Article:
Monday, December 23, 2013

MY WAY of responding to a BRCA1 (Breast Cancer Gene) Diagnosis

I woke up the morning of Monday, August 26, feeling really anxious. I texted my friend regarding some work related stuff that was on my mind, but really the only thing on my mind was the phone call I was pretty sure I was going to receive that day. I knew that my social worker was just returning from vacation, so assuming my test results had come in while she was away the previous week, I knew I would be hearing from her before long.

Pretty early in the morning my phone rang, it was a local unfamiliar number,  I knew immediately it was my social worker. The conversation was short, to the point, and appropriate. She told me that I did carry the same gene mutation that ran in my family, and  reminded me that nothing has changed for me and my body from the day before. She then asked me if there was anything I needed from her and arranged to call me later in the day. During the brief phone call, my 2 year old used the potty and I applauded her. We chuckled at the contrasting levels of good and bad that were being revealed within a few short minutes of each other.

Then in the minutes, hours, and days that followed...

I kind of lost my marbles. Simple tasks overwhelmed me. I was supposed to get a form notarized for a new temp job, and I just couldn't seem to get my act together to do it. I made several trips to various notaries and each time I was missing something. Plus I lost my ATM card.

I felt validated. Breast cancer has shaped everything about who I am. I studied School Counseling in grad school because I was still the sad little girl who had a sick mommy. Since I was 23, I've been getting yearly mammograms, ultrasounds, and MRIs.  All my life I've found myself connecting with other women who also have strong breast cancer histories.  I now know that none of this was in vain, because breast cancer is in fact, very real for me.

I tried to be proactive.  At the same time as I got my diagnosis, I was also stressing about work and finances, so I thought this was an opportunity to make money. Knowing that the breast cancer gene was a hot subject, I looked for ways to sell my story.  I contacted everyone I knew who had connections to journalism or the media.  I came very close to being the subject of an article that the PR department of my hospital was to run in a local paper's "pink issue."  From these half-assed attempts to get my story noticed, my blog evolved. And thank god for that, because I found my authentic and often "edgy" voice (that has since mocked the “pink” movement and the hospital where I'm being cared for). My initial intentions for writing may have been somewhat selfish, but the byproduct has been unbelievable.  I could not have asked for a better therapeutic tool for myself.  This blog has saved me.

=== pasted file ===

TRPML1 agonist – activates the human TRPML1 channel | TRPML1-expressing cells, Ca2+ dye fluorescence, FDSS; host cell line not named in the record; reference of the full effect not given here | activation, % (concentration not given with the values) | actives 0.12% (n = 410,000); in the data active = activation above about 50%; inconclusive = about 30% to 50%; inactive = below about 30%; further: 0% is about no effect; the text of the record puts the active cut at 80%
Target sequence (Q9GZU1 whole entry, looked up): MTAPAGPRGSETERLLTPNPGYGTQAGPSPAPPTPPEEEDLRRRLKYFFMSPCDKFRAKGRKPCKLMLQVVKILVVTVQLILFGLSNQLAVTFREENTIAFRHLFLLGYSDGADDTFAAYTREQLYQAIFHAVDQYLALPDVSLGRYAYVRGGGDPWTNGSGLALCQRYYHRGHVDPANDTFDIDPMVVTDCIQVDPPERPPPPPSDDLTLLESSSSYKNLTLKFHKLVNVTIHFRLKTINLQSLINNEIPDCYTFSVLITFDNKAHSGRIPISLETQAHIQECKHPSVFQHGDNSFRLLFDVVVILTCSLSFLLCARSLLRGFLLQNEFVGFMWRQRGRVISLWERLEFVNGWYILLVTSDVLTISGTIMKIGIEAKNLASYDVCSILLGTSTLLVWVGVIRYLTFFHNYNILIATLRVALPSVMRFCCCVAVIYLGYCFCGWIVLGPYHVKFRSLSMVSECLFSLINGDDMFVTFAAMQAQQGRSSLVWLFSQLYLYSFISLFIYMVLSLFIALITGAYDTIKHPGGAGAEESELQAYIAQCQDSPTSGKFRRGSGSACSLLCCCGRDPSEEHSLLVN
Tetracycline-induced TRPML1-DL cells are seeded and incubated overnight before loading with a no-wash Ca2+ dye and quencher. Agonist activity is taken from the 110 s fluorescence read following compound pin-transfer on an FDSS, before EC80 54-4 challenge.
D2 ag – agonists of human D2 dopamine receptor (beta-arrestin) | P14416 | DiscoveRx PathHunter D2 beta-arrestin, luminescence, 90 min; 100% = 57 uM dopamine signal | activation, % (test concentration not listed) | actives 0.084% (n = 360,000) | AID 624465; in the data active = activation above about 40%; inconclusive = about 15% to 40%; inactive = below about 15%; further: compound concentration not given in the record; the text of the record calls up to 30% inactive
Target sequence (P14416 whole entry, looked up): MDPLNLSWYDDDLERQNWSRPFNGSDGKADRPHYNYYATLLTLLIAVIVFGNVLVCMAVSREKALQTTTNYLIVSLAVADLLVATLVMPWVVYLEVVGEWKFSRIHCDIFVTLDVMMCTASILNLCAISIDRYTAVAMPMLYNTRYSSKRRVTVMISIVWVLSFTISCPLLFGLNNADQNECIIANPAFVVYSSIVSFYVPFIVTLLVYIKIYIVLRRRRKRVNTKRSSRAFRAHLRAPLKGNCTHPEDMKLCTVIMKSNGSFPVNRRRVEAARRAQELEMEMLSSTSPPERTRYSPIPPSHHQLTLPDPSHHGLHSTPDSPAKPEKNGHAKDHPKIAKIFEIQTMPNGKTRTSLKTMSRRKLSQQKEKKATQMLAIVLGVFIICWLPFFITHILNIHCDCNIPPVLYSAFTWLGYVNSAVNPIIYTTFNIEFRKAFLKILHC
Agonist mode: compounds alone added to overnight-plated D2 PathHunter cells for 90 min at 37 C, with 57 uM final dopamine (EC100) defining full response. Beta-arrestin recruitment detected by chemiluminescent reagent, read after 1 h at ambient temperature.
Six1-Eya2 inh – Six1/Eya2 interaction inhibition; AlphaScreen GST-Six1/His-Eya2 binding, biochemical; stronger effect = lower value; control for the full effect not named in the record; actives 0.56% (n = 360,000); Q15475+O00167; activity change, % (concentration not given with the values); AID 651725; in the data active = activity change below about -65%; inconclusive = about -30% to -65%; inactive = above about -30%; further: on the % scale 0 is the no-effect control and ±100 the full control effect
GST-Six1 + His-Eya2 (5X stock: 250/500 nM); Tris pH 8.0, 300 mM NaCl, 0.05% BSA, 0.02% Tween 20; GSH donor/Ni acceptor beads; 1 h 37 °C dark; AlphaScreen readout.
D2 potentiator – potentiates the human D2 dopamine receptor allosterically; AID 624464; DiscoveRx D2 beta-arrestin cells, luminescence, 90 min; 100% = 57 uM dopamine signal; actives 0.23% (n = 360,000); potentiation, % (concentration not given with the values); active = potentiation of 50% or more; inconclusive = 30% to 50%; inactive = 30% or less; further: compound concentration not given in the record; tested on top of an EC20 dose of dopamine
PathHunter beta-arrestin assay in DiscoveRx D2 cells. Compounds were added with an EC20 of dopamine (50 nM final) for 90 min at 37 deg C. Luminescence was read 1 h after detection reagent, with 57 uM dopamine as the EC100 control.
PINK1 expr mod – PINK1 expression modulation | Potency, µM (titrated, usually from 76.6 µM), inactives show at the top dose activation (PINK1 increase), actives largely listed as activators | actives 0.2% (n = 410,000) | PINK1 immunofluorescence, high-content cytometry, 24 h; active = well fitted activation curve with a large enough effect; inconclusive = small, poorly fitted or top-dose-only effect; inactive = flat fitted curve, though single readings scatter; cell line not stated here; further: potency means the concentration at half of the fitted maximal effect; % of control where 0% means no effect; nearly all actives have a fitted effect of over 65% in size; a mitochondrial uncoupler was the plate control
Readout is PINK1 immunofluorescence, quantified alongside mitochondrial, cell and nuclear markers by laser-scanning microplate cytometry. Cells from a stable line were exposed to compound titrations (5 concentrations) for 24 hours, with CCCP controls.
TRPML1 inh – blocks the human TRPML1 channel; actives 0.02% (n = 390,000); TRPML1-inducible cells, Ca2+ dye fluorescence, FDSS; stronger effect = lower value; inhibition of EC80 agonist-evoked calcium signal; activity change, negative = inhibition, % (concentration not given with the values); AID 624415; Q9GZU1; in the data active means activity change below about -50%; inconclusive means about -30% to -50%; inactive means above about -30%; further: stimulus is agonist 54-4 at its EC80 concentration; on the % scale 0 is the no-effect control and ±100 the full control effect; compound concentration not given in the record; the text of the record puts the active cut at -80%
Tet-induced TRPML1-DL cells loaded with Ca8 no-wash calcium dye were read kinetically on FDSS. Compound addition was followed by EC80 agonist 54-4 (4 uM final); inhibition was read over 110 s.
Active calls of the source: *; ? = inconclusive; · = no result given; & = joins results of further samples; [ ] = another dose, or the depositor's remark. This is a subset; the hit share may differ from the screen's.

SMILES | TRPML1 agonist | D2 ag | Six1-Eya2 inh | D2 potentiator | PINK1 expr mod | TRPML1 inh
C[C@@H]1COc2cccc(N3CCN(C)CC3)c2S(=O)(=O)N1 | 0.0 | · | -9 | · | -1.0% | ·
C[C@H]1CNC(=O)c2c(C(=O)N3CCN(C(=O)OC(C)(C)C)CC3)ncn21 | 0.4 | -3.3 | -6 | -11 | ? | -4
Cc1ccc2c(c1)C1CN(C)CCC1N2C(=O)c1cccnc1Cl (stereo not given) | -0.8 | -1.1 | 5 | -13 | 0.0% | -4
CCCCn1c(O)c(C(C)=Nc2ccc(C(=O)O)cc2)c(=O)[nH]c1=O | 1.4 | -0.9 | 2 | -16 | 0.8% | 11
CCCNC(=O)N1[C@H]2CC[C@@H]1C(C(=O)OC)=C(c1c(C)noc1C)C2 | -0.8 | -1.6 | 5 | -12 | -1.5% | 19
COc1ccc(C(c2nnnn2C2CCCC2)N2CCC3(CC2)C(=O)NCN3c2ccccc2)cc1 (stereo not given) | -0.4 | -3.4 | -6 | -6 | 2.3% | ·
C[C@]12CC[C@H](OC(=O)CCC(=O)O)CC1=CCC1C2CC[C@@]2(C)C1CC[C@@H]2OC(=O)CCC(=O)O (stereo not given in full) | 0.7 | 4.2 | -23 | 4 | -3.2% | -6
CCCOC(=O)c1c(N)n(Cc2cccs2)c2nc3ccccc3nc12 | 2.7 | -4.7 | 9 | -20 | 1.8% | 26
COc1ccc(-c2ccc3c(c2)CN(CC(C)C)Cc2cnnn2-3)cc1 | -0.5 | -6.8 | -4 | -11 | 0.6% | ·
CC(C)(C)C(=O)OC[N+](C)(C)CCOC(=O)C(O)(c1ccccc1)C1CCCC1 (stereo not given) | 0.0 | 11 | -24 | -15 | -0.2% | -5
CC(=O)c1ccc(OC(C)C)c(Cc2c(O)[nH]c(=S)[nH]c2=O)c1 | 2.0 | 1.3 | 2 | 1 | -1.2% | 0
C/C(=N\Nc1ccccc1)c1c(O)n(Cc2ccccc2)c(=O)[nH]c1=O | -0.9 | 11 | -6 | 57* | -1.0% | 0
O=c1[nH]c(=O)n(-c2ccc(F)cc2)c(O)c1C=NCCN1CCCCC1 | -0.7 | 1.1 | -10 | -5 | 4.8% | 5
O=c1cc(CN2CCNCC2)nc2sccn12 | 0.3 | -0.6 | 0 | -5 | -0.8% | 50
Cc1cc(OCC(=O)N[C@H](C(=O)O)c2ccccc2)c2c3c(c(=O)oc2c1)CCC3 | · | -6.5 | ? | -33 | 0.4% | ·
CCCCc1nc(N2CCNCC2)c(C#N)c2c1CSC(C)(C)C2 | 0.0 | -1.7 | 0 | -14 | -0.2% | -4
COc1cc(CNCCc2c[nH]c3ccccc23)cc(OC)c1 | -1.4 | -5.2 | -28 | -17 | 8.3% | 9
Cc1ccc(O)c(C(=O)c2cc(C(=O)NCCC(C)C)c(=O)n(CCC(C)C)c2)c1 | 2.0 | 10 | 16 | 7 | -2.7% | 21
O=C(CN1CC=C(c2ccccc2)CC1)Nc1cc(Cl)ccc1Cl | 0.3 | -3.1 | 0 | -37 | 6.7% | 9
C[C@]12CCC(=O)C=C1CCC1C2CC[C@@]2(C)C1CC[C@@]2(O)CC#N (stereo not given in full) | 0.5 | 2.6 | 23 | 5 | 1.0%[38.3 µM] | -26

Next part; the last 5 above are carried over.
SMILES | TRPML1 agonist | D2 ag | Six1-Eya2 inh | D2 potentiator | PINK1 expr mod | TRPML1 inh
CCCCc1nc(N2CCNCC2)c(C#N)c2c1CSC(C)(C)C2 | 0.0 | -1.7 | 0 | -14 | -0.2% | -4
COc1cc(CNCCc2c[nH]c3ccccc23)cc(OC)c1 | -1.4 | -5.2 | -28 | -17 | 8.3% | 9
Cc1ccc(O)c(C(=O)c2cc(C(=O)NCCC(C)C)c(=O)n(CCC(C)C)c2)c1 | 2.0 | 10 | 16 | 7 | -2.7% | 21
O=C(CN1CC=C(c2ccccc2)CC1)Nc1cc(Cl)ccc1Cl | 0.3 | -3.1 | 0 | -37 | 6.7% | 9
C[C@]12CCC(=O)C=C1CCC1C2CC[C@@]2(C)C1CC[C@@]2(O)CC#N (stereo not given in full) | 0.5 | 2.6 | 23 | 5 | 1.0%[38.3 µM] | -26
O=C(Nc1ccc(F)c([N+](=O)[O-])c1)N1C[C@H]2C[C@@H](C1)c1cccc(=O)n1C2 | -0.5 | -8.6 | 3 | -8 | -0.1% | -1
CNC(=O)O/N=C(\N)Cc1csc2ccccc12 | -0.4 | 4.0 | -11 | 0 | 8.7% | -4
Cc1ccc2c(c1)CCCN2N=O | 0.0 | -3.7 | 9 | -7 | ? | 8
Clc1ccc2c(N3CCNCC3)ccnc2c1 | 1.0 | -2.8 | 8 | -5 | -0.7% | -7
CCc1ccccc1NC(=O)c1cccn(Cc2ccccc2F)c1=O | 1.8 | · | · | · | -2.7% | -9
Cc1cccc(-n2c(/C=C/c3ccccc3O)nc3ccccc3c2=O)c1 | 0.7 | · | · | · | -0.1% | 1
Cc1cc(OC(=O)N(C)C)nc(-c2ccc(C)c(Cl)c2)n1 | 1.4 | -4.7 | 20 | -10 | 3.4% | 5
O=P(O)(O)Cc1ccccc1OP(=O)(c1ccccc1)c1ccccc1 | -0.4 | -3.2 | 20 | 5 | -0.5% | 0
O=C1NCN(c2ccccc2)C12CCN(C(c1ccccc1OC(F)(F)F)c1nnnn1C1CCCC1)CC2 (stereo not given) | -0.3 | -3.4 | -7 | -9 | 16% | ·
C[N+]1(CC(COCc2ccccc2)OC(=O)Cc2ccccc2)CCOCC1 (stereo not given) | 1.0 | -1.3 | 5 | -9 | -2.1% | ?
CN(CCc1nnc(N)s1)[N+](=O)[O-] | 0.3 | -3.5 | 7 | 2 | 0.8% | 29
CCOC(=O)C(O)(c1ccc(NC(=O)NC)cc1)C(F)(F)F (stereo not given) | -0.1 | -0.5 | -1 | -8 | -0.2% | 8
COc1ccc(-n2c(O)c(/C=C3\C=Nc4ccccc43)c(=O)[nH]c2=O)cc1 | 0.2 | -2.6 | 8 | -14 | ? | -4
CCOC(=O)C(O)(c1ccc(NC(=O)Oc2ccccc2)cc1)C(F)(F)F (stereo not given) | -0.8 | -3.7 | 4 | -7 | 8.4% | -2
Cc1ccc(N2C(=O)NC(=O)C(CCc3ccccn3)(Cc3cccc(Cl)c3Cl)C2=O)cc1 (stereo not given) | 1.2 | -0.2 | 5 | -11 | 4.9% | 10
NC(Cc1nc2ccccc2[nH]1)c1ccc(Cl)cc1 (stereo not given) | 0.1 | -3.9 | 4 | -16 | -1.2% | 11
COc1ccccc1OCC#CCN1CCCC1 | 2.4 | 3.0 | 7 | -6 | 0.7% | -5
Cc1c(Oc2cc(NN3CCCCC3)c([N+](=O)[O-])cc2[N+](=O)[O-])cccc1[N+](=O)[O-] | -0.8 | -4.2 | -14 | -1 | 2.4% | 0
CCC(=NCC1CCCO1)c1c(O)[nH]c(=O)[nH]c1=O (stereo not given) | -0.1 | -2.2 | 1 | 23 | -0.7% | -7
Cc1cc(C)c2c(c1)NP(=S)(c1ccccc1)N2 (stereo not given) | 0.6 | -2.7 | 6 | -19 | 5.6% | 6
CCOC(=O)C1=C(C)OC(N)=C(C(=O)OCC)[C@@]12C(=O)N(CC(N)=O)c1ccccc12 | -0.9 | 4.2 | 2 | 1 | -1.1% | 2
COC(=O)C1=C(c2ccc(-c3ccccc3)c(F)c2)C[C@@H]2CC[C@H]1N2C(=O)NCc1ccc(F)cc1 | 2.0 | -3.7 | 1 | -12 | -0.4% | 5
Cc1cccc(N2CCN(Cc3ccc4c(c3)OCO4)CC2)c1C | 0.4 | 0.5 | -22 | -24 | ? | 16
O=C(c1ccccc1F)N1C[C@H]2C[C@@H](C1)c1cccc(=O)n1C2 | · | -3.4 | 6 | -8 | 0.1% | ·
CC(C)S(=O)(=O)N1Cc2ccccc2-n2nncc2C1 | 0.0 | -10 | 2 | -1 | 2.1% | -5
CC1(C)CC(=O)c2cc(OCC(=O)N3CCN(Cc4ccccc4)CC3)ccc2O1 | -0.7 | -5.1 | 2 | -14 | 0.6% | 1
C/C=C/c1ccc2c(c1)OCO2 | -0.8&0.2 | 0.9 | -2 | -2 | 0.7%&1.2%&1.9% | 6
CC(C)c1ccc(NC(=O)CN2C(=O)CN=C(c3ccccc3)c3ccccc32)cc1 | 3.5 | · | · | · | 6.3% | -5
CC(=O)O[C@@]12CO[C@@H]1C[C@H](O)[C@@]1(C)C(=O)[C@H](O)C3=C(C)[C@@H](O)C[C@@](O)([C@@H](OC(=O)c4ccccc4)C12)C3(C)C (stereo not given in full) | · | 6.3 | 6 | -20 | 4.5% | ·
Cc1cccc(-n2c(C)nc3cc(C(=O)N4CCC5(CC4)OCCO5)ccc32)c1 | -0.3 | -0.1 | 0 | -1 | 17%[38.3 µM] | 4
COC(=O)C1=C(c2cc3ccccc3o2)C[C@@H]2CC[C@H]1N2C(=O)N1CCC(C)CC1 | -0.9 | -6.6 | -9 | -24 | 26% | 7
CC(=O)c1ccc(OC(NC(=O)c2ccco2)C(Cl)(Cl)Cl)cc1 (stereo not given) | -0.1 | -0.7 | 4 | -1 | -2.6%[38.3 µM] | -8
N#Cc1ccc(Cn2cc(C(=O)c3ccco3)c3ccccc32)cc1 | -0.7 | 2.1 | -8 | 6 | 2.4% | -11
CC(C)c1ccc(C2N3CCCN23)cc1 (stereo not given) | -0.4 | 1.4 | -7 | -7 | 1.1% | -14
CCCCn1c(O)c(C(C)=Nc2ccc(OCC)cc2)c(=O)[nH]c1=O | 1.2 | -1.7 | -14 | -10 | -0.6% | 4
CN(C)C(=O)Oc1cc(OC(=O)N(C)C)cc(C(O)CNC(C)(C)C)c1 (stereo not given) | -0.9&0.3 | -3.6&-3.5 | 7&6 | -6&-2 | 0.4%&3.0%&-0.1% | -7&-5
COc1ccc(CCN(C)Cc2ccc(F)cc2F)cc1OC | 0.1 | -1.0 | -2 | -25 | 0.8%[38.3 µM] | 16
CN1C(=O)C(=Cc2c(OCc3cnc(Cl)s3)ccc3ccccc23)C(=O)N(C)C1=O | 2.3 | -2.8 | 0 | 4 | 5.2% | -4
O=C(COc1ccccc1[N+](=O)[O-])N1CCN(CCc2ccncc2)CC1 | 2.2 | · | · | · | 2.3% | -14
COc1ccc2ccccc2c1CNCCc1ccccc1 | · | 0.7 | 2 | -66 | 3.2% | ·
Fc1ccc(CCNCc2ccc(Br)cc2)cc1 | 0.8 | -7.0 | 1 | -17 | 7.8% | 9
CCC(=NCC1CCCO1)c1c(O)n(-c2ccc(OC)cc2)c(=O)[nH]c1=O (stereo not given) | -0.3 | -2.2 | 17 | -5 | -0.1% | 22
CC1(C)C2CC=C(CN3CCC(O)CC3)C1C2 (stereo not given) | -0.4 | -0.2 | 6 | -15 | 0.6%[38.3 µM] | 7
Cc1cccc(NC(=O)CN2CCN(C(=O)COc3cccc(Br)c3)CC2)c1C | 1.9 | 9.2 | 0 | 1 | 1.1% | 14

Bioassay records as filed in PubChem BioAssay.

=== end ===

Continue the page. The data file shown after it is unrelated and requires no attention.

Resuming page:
I tried to be a bad ass. I bought my first (and last) pack of cigarettes in 10 plus years.  They cost $10. Holy crap! I'm way too cheap to continue that habit.

I stopped sleeping. I was fine during the day when I was busy, but was scared of going to bed and being alone with my thoughts. So I just stopped sleeping. 

But mostly, I felt prepared. Deciding to go for genetic testing was not a decision I made on a whim.  Rather, it was a decision 15 years in the making.  I was first referred for genetic counseling when I was 23. At the time I couldn't fathom why anyone would go for genetic testing, let alone something as extreme as going forward with a preventative mastectomy.  "You can have the gene and not get cancer, or you could not have the gene and still get cancer, so why get tested?"  This was my mantra for years whenever the topic came up, and because of my family history, it came up often. Then, over time, my life changed. I became a wife and a mother, and my priorities changed.  Slowly, I started to reconsider. By the time I went for genetic testing, I was fully ready and prepared to get my results.  Even if they weren't good, I knew I would do anything to be healthy for my family. A mastectomy and oophorectomy were some of the many options I discussed with my social worker and genetic counselor, but they became the only options I was comfortable with. Also, I had already started to think about blogging as I prepared for my 40th birthday party bash. So had I not gotten the diagnosis, I would have had a hard time justifying the extravagant celebration!

And now for a quick update:

I don't know if any of my readers are actually keeping track of my appointments, but just in case, here is the latest: Once I was officially finished breast feeding, I returned to the breast surgeon so she could reexamine the lump that she had expressed concern about.  She said that it has softened, but she still wants to do a breast MRI, which will then determine the next steps.  Fingers crossed it is nothing, so that I can go ahead with the preventive surgeries on my terms. The other day I heard Sinatra's "My Way" and I broke down in tears. It is my one wish for the New Year - that I can do this My Way.


  1. A friend posted your story on Facebook and I felt compelled to reach out. I did have breast cancer 6 years ago and chose to have both breasts removed. It wasn't about the breasts but about my head. Best of health to you. I have another close friend in your position who handled it the same way. It is our way.

    1. Thanks so much for reaching out. No shortage of strong women out there. Hope you are healthy now.